A bumper sticker was in wide circulation some years ago: “If you’re not outraged you’re not paying attention.” It should make a comeback.

The fault is in all of us. We too easily become numb to an outrage, a scandal, a violation of norms and traditions, particularly if it all fits comfortably with an otherwise settled and pleasant personal opinion.

Kamala Harris, the Democratic presidential candidate and senator from California, for example, recently said if she happens to become president she wants to see that the Justice Department goes “forward with those obstruction of justice charges” against Donald Trump. Harris was roundly criticized, as she should have been, for saying, as the Brookings Institution’s Benjamin Wittes wrote, “that as president you would supervise that person’s prosecution, as Harris did, is poisonous stuff in a democracy that cares about apolitical law enforcement.”

Trump, of course, has done the same thing by encouraging “lock her up” chants at his rallies and suggesting that his political opponents should be investigated or in jail. That Trump would engage in such poisonous stuff is wrong and that a Democrat would mimic the poison is just as wrong. You cannot accept one and condemn the other unless you have become numb to outrage.

When the president of the United States was once again credibly accused – actually for the 22nd time – of sexual assault, a crime he actually admitted to in the infamous Access Hollywood tape, there was a collective yawn. Many major news organizations barely covered the story, even when Trump dismissed the allegation bizarrely saying: “I’ll say it with great respect: Number one, she’s not my type. Number two, it never happened. It never happened, OK?”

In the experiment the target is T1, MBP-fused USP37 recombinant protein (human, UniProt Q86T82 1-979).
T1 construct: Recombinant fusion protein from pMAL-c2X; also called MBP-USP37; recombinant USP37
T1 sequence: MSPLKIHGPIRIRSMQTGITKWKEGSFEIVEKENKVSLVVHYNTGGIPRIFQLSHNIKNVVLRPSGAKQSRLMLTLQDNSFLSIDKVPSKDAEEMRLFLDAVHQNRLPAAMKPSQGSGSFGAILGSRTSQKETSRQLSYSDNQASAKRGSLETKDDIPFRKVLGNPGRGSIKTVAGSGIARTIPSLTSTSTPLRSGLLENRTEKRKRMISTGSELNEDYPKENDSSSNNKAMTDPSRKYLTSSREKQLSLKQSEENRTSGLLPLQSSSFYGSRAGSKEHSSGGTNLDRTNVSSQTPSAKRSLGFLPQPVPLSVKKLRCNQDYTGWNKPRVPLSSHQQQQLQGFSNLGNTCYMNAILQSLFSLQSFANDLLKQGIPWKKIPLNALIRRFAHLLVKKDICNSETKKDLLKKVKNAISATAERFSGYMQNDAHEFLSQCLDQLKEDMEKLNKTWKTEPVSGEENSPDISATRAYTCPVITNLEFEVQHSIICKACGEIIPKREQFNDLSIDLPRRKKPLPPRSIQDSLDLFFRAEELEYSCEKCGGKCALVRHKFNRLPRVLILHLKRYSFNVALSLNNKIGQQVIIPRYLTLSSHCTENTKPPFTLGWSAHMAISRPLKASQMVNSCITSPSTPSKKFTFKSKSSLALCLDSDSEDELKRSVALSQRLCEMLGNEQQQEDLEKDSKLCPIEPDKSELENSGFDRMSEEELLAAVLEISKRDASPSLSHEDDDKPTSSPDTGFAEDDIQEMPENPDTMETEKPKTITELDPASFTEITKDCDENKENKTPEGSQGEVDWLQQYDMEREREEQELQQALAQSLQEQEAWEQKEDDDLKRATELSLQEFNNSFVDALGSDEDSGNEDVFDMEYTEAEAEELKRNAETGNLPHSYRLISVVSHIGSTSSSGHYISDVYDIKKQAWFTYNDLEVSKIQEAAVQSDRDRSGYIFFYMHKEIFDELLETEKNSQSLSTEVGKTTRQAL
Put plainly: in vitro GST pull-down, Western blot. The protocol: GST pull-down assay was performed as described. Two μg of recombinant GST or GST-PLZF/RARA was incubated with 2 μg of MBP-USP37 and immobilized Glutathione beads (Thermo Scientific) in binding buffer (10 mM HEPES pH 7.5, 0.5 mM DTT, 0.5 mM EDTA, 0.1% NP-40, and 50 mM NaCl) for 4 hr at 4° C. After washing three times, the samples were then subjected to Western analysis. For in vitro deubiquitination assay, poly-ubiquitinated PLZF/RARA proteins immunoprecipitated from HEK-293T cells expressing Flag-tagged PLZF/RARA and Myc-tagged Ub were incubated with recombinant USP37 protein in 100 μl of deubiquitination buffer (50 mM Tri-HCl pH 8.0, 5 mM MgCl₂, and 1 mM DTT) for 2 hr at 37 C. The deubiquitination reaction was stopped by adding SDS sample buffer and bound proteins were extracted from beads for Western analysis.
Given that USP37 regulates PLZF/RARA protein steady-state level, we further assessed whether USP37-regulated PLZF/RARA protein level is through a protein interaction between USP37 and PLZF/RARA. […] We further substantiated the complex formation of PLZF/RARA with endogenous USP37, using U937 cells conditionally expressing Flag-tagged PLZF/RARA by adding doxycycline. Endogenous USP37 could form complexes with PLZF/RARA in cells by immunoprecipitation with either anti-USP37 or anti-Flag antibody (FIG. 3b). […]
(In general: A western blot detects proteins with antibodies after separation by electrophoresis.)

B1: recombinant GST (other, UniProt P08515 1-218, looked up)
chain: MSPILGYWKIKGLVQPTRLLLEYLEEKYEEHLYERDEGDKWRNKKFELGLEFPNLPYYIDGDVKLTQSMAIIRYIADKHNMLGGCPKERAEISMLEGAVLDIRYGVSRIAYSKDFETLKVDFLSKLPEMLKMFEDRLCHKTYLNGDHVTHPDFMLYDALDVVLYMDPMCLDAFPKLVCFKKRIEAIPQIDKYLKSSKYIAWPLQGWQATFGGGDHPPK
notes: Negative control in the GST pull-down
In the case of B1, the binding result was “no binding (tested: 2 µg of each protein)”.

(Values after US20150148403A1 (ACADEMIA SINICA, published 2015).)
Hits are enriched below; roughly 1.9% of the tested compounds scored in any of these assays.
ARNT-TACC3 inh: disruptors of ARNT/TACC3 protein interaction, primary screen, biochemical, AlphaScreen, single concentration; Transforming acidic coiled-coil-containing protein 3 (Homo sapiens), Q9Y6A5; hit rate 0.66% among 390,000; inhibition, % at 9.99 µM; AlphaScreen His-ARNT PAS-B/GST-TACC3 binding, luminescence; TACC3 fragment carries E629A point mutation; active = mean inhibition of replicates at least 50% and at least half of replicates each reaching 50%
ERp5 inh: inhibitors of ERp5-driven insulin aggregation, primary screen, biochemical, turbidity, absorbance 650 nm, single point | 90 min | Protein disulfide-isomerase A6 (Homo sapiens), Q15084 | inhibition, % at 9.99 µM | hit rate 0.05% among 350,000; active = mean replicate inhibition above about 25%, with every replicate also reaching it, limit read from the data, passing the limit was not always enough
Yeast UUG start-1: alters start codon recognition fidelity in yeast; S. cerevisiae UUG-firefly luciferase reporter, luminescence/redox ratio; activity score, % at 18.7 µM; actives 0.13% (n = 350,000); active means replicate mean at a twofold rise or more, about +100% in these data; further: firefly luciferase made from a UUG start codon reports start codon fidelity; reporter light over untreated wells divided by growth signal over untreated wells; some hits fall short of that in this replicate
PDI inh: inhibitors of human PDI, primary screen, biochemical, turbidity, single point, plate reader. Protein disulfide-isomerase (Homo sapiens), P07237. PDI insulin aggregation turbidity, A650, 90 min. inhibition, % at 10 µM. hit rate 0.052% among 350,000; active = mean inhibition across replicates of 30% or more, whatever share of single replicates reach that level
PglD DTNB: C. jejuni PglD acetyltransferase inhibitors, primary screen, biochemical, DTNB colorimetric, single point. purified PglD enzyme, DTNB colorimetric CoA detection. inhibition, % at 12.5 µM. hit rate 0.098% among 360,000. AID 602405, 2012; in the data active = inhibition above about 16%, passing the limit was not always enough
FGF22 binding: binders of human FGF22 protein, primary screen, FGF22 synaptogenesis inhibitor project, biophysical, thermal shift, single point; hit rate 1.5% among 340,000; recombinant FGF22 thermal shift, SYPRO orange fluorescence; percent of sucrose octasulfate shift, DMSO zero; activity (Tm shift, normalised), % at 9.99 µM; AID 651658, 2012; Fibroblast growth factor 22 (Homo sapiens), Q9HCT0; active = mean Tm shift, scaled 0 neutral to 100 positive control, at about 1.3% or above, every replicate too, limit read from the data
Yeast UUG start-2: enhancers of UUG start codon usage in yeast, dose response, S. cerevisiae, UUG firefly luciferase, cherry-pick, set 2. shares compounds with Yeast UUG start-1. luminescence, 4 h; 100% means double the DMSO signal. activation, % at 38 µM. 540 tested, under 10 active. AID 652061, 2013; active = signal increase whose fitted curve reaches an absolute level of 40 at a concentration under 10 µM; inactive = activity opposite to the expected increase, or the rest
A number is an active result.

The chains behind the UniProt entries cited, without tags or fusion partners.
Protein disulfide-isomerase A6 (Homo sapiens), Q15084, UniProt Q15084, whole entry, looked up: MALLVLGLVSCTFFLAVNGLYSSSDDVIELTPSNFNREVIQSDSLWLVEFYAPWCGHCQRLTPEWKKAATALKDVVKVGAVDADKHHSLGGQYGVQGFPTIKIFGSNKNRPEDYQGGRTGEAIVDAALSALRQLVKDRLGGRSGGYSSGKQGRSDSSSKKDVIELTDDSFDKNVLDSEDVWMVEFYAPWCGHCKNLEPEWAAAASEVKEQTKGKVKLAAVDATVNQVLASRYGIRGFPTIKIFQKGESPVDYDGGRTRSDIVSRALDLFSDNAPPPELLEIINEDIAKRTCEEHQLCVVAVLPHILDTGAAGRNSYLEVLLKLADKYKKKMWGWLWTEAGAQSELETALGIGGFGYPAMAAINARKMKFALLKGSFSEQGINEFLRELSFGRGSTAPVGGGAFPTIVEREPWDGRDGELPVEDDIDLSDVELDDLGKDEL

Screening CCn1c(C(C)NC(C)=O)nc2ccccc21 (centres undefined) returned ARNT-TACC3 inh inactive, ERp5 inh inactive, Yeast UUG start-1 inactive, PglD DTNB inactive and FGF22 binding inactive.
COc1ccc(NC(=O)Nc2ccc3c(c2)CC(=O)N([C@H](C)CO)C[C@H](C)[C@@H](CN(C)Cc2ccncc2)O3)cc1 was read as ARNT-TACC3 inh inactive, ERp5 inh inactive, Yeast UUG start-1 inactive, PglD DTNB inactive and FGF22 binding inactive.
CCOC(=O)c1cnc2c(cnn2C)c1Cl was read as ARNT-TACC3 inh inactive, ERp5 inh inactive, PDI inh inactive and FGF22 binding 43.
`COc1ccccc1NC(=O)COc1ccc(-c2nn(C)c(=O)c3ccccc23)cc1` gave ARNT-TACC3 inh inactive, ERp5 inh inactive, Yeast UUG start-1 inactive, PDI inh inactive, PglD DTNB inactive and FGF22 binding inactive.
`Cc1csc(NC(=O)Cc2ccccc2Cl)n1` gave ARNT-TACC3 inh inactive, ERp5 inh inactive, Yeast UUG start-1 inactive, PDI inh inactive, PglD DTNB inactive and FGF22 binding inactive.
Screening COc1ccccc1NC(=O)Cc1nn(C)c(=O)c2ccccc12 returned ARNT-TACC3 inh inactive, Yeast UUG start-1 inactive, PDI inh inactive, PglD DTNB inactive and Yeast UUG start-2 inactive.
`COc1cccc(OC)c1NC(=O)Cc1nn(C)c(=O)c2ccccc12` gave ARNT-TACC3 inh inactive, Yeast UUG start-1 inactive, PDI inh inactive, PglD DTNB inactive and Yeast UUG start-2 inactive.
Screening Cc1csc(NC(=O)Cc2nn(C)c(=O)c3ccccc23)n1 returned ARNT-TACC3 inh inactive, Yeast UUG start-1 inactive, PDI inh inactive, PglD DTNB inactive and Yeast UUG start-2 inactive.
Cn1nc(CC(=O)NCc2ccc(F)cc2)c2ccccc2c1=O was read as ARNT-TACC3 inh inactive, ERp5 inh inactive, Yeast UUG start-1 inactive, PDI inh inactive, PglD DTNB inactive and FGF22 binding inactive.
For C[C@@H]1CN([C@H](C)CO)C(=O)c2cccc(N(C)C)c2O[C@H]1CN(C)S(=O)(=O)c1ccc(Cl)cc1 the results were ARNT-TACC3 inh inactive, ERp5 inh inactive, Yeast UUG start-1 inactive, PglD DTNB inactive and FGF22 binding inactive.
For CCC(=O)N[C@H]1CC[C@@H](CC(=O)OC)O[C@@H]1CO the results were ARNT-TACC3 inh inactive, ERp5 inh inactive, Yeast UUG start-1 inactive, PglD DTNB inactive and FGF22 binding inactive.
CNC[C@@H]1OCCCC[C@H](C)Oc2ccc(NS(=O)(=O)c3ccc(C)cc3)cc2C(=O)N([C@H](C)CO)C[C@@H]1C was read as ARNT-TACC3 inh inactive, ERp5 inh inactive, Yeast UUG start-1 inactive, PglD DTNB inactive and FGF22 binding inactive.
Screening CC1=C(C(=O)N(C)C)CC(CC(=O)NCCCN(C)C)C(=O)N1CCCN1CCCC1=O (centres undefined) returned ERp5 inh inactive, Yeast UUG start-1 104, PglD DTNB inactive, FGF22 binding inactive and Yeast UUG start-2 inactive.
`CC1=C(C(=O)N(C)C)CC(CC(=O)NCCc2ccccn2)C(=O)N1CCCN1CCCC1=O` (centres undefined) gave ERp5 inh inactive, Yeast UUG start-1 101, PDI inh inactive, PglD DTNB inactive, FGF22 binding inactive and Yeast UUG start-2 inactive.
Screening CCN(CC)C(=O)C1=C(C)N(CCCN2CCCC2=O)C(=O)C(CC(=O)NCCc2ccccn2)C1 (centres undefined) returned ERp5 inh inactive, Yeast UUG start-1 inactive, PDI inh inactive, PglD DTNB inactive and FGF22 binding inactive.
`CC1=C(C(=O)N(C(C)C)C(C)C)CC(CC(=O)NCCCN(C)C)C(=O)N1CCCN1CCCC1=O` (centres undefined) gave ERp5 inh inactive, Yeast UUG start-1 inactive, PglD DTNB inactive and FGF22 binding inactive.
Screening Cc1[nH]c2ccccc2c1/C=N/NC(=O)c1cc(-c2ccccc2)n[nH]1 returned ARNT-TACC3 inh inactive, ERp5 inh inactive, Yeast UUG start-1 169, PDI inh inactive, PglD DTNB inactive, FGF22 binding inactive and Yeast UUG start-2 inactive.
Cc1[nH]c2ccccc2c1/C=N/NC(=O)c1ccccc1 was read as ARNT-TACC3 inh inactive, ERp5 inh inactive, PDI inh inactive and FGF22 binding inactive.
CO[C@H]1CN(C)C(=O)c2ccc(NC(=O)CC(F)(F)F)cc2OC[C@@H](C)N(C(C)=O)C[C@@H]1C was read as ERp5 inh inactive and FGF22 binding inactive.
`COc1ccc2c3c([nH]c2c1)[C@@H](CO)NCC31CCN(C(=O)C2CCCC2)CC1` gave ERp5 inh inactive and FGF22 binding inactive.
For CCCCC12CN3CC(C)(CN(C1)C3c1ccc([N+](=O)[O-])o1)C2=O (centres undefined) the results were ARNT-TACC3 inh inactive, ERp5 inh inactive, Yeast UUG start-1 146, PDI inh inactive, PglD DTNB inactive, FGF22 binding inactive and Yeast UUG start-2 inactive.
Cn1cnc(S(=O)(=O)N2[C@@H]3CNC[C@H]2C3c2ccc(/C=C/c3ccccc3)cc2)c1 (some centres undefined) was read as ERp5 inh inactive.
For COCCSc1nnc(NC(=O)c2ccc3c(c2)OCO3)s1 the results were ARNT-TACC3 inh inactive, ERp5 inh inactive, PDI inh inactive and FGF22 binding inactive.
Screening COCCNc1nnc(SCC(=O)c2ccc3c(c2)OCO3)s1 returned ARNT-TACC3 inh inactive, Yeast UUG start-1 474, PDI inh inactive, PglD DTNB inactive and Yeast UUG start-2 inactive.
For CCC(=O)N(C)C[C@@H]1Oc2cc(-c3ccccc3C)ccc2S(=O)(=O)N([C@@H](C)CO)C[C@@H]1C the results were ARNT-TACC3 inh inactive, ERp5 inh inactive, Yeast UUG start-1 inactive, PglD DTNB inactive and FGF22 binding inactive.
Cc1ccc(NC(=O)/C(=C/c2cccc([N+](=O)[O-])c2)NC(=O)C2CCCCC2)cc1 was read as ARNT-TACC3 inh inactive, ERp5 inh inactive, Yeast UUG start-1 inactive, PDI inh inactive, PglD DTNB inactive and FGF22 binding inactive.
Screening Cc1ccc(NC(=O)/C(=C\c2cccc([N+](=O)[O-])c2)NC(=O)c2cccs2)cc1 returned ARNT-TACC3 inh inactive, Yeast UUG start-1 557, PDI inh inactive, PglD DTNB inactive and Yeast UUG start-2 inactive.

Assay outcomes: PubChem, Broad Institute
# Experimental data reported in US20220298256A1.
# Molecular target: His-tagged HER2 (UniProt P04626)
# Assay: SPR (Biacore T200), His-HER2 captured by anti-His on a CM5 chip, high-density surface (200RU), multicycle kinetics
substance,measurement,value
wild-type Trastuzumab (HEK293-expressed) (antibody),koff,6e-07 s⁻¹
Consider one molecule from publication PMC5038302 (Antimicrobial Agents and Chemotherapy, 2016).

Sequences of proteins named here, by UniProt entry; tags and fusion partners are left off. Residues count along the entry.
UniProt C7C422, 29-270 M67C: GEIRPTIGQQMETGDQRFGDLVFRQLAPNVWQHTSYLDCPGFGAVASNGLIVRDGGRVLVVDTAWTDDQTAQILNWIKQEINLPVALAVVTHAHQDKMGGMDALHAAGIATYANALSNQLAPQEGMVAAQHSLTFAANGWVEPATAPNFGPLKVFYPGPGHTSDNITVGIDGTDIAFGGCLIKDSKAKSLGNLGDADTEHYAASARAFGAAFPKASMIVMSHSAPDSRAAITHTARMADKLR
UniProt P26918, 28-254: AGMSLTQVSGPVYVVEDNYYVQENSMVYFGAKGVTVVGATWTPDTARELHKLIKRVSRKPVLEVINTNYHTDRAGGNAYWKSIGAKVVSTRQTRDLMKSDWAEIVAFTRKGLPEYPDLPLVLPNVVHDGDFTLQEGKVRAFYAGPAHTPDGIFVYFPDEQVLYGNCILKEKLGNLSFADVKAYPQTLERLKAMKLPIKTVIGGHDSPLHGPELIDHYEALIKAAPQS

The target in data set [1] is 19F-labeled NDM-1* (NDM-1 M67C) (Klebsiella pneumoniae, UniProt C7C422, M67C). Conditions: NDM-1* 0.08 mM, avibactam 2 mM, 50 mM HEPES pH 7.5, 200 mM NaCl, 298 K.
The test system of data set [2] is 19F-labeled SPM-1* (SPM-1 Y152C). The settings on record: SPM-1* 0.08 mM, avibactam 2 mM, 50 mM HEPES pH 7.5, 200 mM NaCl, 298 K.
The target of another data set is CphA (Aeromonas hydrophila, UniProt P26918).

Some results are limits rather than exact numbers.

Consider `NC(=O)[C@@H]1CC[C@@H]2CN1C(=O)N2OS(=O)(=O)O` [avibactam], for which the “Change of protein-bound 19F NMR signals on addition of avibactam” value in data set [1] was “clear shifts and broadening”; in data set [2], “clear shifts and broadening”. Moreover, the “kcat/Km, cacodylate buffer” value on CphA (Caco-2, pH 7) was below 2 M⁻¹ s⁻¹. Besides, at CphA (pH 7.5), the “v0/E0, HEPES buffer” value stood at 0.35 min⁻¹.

One of the great normalizers of the abnormal in our times, South Carolina Senator Lindsey Graham, simply said: “He’s denied it and that’s all I needed to hear.” Graham, of course, had a much different reaction to Trump’s comments in that infamous videotape in 2016: “Name one sports team, university, publicly-held company, etc. that would accept a person like this as their standard bearer,” he said. That was then. This is now.

“When you know you can lie constantly and effectively not be held accountable,” the commentator John Ziegler wrote recently, “it is like an offensive line in football free to break any rule they want, secure that even if they get called for holding, the penalty will not be enforced.”